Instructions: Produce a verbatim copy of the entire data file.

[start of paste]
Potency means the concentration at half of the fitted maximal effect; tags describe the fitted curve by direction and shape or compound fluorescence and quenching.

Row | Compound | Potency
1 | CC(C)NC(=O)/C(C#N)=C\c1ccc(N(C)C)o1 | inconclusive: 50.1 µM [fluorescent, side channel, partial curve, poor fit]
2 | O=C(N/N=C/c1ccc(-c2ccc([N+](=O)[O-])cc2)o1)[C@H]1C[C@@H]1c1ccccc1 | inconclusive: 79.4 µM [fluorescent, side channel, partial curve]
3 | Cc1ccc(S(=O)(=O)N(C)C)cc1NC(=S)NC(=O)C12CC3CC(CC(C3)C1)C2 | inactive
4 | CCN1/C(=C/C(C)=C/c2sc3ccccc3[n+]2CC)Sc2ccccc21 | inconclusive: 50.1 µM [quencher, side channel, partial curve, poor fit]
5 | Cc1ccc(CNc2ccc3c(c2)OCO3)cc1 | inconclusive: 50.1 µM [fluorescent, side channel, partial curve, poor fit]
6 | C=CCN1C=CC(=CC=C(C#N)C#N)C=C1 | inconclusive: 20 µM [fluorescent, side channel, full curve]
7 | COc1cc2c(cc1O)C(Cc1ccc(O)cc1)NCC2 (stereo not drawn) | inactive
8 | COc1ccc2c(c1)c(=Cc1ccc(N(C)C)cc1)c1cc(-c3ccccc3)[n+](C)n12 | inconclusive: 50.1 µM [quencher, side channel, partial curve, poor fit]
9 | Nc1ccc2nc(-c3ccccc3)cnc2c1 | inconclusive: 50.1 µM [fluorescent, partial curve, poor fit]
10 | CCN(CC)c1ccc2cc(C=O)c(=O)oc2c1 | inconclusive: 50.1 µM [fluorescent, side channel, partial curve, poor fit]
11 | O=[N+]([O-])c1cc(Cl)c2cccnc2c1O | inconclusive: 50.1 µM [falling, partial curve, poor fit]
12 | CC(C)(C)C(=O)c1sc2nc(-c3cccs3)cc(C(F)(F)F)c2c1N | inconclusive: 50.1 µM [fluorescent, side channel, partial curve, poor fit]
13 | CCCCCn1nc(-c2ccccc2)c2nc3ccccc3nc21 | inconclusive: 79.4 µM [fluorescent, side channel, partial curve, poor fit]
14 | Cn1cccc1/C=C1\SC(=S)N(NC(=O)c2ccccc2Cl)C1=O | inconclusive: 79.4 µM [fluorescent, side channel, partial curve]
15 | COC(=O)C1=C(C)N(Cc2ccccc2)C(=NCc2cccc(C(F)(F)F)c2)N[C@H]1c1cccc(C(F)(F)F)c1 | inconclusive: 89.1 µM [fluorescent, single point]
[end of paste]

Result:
Potency means the concentration at half of the fitted maximal effect; tags describe the fitted curve by direction and shape or compound fluorescence and quenching.

Row | Compound | Potency
1 | CC(C)NC(=O)/C(C#N)=C\c1ccc(N(C)C)o1 | inconclusive: 50.1 µM [fluorescent, side channel, partial curve, poor fit]
2 | O=C(N/N=C/c1ccc(-c2ccc([N+](=O)[O-])cc2)o1)[C@H]1C[C@@H]1c1ccccc1 | inconclusive: 79.4 µM [fluorescent, side channel, partial curve]
3 | Cc1ccc(S(=O)(=O)N(C)C)cc1NC(=S)NC(=O)C12CC3CC(CC(C3)C1)C2 | inactive
4 | CCN1/C(=C/C(C)=C/c2sc3ccccc3[n+]2CC)Sc2ccccc21 | inconclusive: 50.1 µM [quencher, side channel, partial curve, poor fit]
5 | Cc1ccc(CNc2ccc3c(c2)OCO3)cc1 | inconclusive: 50.1 µM [fluorescent, side channel, partial curve, poor fit]
6 | C=CCN1C=CC(=CC=C(C#N)C#N)C=C1 | inconclusive: 20 µM [fluorescent, side channel, full curve]
7 | COc1cc2c(cc1O)C(Cc1ccc(O)cc1)NCC2 (stereo not drawn) | inactive
8 | COc1ccc2c(c1)c(=Cc1ccc(N(C)C)cc1)c1cc(-c3ccccc3)[n+](C)n12 | inconclusive: 50.1 µM [quencher, side channel, partial curve, poor fit]
9 | Nc1ccc2nc(-c3ccccc3)cnc2c1 | inconclusive: 50.1 µM [fluorescent, partial curve, poor fit]
10 | CCN(CC)c1ccc2cc(C=O)c(=O)oc2c1 | inconclusive: 50.1 µM [fluorescent, side channel, partial curve, poor fit]
11 | O=[N+]([O-])c1cc(Cl)c2cccnc2c1O | inconclusive: 50.1 µM [falling, partial curve, poor fit]
12 | CC(C)(C)C(=O)c1sc2nc(-c3cccs3)cc(C(F)(F)F)c2c1N | inconclusive: 50.1 µM [fluorescent, side channel, partial curve, poor fit]
13 | CCCCCn1nc(-c2ccccc2)c2nc3ccccc3nc21 | inconclusive: 79.4 µM [fluorescent, side channel, partial curve, poor fit]
14 | Cn1cccc1/C=C1\SC(=S)N(NC(=O)c2ccccc2Cl)C1=O | inconclusive: 79.4 µM [fluorescent, side channel, partial curve]
15 | COC(=O)C1=C(C)N(Cc2ccccc2)C(=NCc2cccc(C(F)(F)F)c2)N[C@H]1c1cccc(C(F)(F)F)c1 | inconclusive: 89.1 µM [fluorescent, single point]